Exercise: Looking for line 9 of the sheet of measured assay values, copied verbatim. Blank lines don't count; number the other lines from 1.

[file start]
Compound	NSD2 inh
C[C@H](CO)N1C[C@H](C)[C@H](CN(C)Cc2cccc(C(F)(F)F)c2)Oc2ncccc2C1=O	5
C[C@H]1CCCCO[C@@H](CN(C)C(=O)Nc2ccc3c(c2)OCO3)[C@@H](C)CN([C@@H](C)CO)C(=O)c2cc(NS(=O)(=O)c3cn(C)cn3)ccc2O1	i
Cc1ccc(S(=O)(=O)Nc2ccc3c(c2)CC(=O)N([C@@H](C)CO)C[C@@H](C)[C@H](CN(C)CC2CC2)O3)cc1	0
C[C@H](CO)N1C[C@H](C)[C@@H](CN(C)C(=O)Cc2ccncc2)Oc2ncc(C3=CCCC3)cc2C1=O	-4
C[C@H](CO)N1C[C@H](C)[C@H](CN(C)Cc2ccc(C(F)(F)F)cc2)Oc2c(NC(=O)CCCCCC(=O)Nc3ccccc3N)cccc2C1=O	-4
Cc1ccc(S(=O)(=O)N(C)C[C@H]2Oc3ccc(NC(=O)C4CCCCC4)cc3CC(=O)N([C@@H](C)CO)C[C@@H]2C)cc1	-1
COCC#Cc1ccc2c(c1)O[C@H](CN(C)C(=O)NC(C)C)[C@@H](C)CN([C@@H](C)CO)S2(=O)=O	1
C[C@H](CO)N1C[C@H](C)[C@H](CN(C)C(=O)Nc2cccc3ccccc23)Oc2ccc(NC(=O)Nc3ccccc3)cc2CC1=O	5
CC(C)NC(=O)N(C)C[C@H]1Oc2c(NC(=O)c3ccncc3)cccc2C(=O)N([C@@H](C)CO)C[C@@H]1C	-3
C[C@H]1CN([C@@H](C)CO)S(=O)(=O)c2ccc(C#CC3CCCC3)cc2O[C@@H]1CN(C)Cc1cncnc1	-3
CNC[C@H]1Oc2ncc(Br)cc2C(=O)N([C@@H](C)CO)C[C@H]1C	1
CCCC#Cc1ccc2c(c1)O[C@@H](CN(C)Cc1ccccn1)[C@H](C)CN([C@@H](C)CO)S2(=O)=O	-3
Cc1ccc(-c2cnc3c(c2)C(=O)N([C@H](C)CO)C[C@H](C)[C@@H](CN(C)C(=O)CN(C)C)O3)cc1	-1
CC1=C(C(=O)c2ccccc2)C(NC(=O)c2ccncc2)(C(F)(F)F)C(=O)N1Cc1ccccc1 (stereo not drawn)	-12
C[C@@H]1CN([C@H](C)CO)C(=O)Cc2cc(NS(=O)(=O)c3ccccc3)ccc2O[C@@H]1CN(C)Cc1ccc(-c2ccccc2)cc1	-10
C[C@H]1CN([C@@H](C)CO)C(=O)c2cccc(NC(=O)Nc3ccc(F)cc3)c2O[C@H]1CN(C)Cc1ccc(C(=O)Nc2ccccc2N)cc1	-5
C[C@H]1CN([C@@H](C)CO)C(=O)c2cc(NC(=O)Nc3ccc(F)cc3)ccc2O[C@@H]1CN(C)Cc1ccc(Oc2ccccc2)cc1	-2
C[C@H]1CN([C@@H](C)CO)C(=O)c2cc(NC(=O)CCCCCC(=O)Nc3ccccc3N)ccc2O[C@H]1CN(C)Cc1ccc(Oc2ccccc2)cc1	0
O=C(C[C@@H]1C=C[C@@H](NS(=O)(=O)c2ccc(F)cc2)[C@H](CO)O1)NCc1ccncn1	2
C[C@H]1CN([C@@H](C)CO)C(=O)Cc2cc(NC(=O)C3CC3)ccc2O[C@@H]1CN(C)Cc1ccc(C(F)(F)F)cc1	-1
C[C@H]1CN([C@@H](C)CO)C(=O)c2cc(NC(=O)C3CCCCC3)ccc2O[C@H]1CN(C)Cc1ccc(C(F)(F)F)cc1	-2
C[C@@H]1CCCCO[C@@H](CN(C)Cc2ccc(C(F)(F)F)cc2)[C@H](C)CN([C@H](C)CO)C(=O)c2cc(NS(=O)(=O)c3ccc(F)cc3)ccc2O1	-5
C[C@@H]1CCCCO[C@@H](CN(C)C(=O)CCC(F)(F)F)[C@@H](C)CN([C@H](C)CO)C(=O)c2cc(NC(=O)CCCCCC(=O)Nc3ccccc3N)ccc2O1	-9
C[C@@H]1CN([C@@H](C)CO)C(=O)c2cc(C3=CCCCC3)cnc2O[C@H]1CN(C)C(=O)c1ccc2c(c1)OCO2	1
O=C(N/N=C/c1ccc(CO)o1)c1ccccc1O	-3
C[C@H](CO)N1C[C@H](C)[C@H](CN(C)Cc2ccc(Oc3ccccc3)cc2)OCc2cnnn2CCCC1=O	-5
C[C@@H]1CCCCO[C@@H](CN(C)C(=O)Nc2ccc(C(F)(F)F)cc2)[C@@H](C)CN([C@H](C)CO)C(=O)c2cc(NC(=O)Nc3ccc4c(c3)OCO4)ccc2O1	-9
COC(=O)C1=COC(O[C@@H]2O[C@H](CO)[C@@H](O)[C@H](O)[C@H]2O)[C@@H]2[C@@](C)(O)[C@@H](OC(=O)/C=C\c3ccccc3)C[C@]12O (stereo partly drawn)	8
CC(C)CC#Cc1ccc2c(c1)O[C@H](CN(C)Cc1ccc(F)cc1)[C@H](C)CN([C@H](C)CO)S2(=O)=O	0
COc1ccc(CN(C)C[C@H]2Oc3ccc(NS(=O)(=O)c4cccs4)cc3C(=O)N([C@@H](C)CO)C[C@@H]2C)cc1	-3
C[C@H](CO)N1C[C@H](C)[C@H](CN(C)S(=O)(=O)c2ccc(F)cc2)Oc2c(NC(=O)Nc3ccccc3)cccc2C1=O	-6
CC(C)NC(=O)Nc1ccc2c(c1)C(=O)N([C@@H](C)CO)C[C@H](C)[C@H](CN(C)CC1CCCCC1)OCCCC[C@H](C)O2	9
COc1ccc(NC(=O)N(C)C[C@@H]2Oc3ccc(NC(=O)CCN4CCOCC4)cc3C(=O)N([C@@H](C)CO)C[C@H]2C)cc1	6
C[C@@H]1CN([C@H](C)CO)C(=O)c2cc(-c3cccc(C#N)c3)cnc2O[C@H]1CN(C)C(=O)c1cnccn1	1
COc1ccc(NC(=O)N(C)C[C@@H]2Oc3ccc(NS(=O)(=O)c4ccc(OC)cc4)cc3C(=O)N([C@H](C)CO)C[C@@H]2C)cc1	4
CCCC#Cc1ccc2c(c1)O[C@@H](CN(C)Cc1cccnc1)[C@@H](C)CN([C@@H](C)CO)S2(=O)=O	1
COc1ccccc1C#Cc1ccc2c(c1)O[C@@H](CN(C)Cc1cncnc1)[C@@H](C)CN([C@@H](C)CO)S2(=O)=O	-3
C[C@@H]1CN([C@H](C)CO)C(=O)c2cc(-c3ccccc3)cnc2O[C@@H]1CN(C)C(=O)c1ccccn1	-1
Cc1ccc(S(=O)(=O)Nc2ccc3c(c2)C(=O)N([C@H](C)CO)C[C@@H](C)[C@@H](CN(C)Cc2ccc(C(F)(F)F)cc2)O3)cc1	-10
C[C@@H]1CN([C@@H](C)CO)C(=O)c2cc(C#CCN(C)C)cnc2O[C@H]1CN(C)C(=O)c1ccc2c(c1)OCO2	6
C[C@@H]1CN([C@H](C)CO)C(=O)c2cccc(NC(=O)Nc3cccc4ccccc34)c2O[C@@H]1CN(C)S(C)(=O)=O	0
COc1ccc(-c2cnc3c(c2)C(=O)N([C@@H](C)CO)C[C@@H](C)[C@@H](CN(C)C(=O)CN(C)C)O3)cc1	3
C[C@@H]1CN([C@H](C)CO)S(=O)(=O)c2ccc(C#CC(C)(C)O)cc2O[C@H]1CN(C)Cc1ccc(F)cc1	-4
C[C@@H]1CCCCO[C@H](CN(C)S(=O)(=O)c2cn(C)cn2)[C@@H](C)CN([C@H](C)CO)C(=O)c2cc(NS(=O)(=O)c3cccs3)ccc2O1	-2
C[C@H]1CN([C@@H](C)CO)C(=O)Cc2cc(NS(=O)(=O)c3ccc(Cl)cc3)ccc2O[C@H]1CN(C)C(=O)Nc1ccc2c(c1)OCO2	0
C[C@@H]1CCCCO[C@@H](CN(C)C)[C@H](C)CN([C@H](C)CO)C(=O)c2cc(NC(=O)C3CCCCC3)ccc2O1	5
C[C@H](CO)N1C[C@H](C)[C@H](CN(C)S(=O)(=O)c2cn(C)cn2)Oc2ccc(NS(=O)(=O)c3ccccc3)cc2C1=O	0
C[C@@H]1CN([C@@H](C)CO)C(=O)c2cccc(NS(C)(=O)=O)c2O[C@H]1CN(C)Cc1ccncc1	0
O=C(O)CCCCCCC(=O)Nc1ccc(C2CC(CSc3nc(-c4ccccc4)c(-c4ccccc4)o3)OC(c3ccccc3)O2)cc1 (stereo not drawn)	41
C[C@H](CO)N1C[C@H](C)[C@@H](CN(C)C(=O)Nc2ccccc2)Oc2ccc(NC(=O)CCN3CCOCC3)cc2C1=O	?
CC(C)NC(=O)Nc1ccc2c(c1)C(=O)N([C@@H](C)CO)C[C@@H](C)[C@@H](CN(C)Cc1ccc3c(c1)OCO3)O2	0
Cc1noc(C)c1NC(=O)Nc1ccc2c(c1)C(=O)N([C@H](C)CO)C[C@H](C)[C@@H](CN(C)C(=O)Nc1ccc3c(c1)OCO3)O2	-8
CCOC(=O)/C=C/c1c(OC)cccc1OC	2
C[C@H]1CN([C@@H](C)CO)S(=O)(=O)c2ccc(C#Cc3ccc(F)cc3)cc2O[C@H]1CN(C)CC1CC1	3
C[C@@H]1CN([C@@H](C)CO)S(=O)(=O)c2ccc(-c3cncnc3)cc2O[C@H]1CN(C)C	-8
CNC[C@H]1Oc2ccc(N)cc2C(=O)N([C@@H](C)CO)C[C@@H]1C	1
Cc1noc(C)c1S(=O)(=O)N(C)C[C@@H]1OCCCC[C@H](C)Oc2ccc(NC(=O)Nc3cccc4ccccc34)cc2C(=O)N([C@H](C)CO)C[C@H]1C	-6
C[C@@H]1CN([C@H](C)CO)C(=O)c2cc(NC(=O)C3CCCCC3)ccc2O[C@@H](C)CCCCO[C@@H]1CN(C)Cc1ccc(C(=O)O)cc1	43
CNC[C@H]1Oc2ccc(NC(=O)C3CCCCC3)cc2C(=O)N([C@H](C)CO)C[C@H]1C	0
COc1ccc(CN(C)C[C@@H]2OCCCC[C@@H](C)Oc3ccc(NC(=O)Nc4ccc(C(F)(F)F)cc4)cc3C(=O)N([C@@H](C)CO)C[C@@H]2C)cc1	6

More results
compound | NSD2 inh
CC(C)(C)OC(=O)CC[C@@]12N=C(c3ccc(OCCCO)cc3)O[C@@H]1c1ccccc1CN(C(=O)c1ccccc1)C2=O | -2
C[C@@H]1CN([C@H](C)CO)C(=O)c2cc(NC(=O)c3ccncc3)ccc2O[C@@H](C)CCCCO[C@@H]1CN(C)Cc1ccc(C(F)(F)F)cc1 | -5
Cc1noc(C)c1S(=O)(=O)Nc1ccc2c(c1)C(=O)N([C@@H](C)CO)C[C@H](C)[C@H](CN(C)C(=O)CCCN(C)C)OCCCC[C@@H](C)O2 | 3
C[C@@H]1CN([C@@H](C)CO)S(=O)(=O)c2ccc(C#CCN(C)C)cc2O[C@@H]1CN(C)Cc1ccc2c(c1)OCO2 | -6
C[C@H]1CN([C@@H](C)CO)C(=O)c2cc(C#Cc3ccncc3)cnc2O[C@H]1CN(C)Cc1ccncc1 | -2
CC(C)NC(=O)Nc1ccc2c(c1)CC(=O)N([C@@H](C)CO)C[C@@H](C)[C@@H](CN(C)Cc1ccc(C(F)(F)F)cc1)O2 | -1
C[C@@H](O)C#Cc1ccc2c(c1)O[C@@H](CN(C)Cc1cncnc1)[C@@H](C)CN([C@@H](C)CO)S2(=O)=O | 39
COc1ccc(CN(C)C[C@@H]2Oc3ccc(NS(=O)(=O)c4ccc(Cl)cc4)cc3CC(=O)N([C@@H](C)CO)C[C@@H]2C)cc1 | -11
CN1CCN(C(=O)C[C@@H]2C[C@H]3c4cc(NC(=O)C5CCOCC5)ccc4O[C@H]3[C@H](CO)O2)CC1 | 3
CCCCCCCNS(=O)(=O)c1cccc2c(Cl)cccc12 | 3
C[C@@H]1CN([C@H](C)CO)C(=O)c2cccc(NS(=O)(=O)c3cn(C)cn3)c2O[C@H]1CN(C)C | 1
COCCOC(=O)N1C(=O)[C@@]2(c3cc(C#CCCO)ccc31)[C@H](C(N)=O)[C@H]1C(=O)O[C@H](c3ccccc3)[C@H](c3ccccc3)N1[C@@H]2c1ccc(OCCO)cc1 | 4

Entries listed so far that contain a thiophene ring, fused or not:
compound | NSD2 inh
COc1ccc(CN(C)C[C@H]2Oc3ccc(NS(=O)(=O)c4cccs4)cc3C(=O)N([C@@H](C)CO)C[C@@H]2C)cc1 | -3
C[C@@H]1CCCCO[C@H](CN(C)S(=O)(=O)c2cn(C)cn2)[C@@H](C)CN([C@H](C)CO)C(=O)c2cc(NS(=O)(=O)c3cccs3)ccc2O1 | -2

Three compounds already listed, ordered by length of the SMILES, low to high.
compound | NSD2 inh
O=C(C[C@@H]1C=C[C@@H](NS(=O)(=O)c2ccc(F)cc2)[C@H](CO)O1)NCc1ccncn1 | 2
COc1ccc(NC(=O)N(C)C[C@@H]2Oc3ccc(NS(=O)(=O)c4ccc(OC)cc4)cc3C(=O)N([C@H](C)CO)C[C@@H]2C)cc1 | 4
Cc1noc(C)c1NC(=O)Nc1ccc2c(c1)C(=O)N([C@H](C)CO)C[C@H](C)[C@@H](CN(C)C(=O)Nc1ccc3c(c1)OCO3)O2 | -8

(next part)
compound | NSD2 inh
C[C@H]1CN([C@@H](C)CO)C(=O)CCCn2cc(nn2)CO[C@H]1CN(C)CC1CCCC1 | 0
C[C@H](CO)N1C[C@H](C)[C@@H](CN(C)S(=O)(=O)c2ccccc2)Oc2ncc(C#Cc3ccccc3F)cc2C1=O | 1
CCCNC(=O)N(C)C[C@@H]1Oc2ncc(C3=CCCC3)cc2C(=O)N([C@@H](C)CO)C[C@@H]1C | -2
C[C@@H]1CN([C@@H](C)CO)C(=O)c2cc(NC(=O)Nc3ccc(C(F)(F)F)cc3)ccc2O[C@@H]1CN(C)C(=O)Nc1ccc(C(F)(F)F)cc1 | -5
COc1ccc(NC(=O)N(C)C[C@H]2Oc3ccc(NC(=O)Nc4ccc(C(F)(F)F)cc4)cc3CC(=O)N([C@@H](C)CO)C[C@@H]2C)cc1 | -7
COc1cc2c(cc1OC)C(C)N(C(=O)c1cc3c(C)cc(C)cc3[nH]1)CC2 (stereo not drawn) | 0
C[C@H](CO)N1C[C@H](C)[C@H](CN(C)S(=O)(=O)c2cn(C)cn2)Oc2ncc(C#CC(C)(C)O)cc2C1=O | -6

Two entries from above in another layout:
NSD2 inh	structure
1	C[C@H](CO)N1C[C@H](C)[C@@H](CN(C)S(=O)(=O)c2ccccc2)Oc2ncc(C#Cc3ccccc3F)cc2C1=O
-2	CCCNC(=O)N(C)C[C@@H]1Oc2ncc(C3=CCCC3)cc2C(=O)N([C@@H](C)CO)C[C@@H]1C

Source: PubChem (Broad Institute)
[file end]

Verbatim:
C[C@H](CO)N1C[C@H](C)[C@H](CN(C)C(=O)Nc2cccc3ccccc23)Oc2ccc(NC(=O)Nc3ccccc3)cc2CC1=O	5